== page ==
EP. 10: How Ted Rubin, Co-founder of Prevailing Path, is Managing Happiness

EPISODE 10 of the Managing Happiness Show!

Ted Rubin is a successful marketer, entrepreneur and a master of making personal connections. He is the co-author of Return on Relationship and How to Look People in the Eye Digitally. Ted is a co-founder of Prevailing Path and a CMO of Brand Innovators. He is divorced with 2 daughters and in this interview, he tells the emotional and inspiring story of how he fought for the right to see his children.

About Ted Rubin

Ted Rubin is a world expert in relationship marketing, a leading social marketing strategist, and speaker. He used to be the principal shareholder of Collective Bias until the November 2016 acquisition by Inmar.

Ted is famous for his emblematic hashtags which grow into entire social movements. In March 2009 he started using and evangelizing the term Return on Relationship, hashtag #RonR. According to Ted, ROR is the value that is accrued by a person or brand due to nurturing a relationship.

Another popular hashtag by Ted is #ThisDadWontQuit, referring to the problematic relationship he had with his ex-wife and 2 daughters. In this interview, Ted opened up about the challenges he faced maintaining the relationship with his kids through his divorce and what kept him going despite all obstacles.

Vision, mission, and values

Ted admits that he doesn’t have a personal mission statement and he rarely lays out in writing his strategic plans, even in his business. Most of the planning happens in his head and he doesn’t share his thoughts with many people. Over the years, he has discovered that this approach works better for him and part of the reason is that he doesn’t believe in long-term planning. Especially, when it comes to one’s personal life, things change so fast, that you don’t have enough predictability to commit to goals which are too distant in the future.

Over the years, he has discovered that this approach works better for him and part of the reason is that he doesn’t believe in long-term planning. Especially, when it comes to one’s personal life, things change so fast, that you don’t have enough predictability to commit to goals which are too distant in the future.

Another argument against excessive planning is that many of the things we do in our day-to-day lives are dictated by the circumstances around us which we don’t control.

However, Ted uses a very creative way to express his values and beliefs. He creates his own #hashtags which are related to his life and play a similar role to a written vision or mission statement. He uses them a lot because, on one hand, they remind him of what he believes in, and on the other hand, they help him promote his ideas to the world.

Examples of such hashtags are #RonR (Return on Relationship), #ThisDadWontQuit and #NoLetUp. In the podcast, Ted shares in details the story of each of them.

Engaging socially in the digital world

Ted believes that people need to be more self-aware about how they create digital conversations and approach them the same way they approach face-to-face communication. All it takes is to show interest in the other person.

If you want to have a conversation, just click on this person’s LinkedIn profile or Facebook profile and mention something.

What happens is that most people neglect the importance of digital communication not realizing the opportunities they are missing.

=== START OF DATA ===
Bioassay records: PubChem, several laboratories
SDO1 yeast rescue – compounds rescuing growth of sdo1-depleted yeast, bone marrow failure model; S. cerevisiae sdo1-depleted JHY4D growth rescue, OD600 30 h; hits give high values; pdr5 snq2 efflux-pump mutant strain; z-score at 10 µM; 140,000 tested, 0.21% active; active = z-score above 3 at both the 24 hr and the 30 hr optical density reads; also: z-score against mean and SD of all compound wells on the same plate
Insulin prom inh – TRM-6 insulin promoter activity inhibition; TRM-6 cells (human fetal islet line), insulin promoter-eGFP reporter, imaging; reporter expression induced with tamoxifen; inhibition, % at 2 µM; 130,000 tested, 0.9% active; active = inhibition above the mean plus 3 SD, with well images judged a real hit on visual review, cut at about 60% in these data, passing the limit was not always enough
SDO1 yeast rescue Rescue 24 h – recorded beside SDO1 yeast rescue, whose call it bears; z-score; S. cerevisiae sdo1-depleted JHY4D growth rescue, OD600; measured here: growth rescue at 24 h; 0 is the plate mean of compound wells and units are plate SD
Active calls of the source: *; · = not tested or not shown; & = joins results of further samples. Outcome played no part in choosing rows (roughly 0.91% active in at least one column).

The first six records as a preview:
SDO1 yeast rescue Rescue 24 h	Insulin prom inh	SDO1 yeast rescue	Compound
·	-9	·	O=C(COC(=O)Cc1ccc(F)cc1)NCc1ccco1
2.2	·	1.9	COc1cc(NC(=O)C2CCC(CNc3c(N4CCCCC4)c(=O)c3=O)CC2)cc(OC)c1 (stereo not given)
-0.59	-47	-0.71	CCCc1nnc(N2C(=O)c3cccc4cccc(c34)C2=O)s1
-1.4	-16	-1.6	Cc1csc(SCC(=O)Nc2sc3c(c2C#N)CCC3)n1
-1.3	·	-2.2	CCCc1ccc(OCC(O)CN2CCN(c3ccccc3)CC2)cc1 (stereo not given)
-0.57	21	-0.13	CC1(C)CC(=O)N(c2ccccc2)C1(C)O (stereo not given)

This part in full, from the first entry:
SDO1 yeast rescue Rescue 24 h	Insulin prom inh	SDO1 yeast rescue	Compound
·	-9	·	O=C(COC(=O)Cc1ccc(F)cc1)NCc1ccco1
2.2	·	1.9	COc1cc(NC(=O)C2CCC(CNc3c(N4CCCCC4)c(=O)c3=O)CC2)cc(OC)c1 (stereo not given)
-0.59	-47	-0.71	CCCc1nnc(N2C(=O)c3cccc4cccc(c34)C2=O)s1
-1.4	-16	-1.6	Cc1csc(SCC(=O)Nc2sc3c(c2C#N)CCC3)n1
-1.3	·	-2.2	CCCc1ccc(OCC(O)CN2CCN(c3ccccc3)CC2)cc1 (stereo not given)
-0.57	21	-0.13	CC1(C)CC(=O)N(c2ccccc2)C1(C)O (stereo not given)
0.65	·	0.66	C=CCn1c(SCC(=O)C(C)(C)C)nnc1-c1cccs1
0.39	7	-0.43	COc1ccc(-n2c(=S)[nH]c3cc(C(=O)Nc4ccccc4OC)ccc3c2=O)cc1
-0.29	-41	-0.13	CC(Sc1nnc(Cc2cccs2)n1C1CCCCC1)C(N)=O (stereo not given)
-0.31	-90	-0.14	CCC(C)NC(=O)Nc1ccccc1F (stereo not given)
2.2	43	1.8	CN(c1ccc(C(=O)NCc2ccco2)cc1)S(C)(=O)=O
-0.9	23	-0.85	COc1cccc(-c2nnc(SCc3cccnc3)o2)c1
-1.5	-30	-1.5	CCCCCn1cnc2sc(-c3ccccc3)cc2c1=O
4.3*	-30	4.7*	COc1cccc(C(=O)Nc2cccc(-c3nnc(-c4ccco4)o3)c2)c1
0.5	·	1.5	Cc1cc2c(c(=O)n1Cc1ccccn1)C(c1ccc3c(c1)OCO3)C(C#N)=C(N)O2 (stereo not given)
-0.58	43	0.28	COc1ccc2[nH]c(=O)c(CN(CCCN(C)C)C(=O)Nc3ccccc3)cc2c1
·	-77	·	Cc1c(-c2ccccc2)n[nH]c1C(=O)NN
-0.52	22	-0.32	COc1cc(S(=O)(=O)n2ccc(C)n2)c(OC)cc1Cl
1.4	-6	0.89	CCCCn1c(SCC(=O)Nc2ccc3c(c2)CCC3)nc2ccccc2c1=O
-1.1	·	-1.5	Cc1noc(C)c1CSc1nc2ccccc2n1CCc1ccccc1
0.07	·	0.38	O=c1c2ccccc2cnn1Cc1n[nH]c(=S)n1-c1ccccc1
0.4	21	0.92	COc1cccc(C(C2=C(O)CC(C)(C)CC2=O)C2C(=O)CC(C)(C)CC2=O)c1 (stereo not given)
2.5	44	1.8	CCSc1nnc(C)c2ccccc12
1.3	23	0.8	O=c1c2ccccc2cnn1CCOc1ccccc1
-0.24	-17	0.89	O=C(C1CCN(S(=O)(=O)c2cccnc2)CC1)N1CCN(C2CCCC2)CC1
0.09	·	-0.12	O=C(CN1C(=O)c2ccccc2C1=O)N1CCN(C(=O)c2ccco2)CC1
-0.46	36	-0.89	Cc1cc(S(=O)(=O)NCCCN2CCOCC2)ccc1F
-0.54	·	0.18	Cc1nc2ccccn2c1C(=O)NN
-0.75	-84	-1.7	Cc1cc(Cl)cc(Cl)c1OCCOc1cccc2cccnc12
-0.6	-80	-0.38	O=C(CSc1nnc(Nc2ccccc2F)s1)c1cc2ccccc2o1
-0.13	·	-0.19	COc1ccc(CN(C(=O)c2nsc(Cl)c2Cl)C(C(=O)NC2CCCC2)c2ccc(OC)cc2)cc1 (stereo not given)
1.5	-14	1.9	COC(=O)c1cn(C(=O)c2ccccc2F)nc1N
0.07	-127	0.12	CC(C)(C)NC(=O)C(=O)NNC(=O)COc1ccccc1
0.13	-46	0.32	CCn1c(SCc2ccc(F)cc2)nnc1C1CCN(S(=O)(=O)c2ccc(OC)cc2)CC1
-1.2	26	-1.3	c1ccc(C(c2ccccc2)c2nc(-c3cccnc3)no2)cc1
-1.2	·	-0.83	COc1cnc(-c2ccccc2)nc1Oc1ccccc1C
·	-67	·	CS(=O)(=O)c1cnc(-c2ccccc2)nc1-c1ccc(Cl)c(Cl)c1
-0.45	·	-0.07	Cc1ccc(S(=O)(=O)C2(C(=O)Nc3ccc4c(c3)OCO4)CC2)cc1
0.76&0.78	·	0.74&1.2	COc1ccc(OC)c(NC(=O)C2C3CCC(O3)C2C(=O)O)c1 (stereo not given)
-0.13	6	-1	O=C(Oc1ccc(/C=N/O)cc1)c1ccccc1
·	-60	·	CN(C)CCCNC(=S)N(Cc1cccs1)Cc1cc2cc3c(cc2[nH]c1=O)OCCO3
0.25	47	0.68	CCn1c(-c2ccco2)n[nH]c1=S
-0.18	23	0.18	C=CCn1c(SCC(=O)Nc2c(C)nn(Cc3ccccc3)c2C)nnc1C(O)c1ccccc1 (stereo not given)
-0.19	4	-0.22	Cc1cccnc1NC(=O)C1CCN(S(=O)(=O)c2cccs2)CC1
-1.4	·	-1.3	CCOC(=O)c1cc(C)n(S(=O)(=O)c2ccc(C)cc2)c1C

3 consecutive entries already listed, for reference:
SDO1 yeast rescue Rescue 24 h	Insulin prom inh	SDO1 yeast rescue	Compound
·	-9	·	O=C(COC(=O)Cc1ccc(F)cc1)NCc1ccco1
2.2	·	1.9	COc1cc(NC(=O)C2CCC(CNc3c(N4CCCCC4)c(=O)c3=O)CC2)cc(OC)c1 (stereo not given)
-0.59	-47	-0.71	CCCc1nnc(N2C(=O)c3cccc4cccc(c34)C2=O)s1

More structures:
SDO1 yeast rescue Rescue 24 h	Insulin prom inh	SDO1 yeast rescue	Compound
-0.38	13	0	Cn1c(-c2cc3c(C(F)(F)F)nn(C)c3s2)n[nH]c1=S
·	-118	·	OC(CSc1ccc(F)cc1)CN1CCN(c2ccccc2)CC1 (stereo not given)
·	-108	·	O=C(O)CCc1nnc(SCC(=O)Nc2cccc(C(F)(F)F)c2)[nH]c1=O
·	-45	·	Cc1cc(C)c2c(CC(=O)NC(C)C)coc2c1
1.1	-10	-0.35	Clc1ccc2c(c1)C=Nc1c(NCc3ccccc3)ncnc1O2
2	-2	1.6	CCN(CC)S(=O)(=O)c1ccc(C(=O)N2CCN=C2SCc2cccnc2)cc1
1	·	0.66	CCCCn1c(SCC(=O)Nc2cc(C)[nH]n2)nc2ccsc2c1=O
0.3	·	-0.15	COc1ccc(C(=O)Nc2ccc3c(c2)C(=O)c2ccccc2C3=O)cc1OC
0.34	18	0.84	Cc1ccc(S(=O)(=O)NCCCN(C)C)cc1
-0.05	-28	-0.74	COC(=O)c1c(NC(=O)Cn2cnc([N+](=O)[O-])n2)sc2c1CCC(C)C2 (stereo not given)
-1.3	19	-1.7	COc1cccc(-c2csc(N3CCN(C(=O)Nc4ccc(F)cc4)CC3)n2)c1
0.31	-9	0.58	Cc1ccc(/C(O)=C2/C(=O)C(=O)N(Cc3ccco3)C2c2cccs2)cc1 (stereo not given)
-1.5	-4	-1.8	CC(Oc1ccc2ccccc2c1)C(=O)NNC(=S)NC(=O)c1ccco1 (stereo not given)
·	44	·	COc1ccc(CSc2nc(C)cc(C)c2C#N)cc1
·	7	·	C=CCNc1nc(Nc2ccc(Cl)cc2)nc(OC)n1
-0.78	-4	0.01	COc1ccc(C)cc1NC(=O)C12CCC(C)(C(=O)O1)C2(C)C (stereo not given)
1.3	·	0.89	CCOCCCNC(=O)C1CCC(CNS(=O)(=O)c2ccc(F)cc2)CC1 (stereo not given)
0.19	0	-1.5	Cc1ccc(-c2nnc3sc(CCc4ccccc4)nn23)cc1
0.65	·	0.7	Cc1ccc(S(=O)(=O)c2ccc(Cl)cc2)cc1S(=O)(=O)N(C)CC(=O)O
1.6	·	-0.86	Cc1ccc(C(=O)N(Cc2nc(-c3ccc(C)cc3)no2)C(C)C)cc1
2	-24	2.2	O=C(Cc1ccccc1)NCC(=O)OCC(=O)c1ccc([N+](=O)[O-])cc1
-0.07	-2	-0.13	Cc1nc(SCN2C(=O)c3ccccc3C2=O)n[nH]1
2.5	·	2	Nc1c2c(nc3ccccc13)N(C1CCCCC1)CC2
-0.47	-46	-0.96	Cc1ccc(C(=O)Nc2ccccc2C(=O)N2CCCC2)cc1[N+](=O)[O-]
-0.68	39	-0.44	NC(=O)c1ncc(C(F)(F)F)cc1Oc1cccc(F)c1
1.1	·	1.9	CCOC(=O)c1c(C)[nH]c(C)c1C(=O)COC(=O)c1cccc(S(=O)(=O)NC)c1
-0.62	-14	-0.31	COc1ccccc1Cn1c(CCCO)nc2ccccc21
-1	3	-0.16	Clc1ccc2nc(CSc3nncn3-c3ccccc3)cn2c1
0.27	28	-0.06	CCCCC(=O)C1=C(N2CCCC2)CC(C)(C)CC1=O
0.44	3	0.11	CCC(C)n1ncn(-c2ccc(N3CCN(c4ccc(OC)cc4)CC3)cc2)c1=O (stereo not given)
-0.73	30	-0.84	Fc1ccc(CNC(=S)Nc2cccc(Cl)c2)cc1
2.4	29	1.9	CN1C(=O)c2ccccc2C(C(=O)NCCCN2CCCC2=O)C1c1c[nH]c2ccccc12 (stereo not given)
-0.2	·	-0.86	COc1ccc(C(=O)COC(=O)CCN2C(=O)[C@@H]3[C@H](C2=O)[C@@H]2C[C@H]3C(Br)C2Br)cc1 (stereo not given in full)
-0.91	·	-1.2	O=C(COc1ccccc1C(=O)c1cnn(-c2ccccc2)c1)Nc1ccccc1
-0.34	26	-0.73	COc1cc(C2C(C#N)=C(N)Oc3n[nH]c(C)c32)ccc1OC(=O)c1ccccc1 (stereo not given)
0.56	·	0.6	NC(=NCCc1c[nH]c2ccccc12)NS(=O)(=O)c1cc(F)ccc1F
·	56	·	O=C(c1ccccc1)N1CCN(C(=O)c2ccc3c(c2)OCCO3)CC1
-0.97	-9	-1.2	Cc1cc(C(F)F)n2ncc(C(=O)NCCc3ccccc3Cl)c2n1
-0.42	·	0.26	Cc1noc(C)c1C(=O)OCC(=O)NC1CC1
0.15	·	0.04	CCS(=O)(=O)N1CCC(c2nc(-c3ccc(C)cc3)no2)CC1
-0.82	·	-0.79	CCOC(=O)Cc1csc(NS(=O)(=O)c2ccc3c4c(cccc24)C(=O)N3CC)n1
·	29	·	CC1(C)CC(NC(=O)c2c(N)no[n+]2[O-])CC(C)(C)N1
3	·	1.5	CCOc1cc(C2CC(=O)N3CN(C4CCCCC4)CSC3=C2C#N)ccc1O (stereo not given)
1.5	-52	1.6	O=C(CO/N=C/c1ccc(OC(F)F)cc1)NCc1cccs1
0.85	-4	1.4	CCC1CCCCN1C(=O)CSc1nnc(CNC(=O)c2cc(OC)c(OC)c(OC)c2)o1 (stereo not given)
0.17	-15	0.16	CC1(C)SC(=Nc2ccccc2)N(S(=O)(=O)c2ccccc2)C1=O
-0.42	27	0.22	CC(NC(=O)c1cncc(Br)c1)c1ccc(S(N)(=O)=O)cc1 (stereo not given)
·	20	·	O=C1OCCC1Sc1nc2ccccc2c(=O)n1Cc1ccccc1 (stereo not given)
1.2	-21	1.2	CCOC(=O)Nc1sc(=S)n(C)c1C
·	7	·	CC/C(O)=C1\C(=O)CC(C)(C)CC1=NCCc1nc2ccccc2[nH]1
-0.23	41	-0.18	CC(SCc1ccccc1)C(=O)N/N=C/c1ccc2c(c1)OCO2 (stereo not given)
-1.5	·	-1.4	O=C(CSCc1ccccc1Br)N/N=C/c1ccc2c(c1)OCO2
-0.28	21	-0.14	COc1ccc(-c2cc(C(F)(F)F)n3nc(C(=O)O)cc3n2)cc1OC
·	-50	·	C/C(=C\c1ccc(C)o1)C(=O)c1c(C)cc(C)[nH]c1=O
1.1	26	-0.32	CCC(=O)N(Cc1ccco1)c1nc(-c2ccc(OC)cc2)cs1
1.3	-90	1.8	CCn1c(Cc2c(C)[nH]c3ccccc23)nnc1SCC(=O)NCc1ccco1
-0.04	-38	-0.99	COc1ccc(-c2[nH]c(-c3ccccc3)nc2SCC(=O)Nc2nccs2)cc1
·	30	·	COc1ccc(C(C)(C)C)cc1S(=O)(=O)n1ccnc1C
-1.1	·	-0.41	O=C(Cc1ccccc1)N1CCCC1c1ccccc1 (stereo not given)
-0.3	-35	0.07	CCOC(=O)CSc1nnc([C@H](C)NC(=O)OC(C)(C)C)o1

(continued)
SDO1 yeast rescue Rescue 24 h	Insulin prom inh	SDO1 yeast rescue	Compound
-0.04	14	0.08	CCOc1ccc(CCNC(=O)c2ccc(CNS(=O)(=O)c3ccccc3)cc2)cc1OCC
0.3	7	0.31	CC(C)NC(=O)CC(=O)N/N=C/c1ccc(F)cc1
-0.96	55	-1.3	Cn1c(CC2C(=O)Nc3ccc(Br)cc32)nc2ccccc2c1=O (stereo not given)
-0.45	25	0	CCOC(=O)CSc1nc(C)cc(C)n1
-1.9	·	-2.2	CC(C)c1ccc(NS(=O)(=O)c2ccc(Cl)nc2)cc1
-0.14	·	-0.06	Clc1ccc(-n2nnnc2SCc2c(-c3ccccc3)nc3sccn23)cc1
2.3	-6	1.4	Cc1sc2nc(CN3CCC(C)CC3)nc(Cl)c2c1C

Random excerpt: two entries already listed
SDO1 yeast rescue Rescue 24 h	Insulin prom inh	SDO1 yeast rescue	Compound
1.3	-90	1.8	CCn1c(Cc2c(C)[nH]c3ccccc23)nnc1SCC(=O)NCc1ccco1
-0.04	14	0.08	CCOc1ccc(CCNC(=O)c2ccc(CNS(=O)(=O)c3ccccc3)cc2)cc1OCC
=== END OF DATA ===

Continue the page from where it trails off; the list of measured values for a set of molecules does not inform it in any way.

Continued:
What’s unfortunate is how really few people have bothered to take the time to understand how this engagement works.

Contrary to the common belief, Ted thinks that kids are the masters of communication nowadays. Most people judge Millennials for not having social skills, but what they don’t see is that Millenials communicate constantly and at scale, which is something unheard of before.

They are communicating at such a higher level than we ever communicated. Because it’s constant communication and it’s multiple communication.

The nightmare of divorce

In the podcast, Ted shares the emotional story of divorcing his ex-wife and all the obstacles he had to go through in order to stay in touch with his kids. He was banned from seeing his daughters, he was accused of harassing them and he faced serious financial issues.

Ted admits that if it wasn’t for the emotional and financial support from his closest circle of friends, he wouldn’t have made it through the divorce and the following crisis in his relationship with his daughters.

Ted has 3 pieces of advice to all the fathers out there who are getting divorced:

  1. Never give up any of your rights of your children, even if they tell you it is of their interest.
  2. Take as much of the stress off your kids as possible, even if it puts more on you. Anything you can do to make it easier for them, do it.
  3. If you have the right to spend time with your children, never miss it. Never miss your nights and weekends with them for whatever reason. If you do, all they will know is “Daddy is not here” and they won’t care why.

Ted has been rejected by his daughters many times but he keeps working on fixing their relationship. When his older daughter wanted to block his messages, he changed her mind saying:

After you call your mom, and your step dad, and you grandma, after you call everybody and they tell you that it’s too late, it’s too hard, it’s too much, it’s too far, you’ll call me and I’d say “Where do I have to be and when?”

One of the lessons that Ted has learned from this complicated family situation is the importance of expectations.

I’ve learned to change my expectations to find good in what I get.

Have you had a similar experience to Ted Rubin? Feel free to share your story in the comment section.

I’m a serial entrepreneur and I write about things I have learned along the way.
I’m passionate about helping entrepreneurs and executives to find success and harmony in business and at home.

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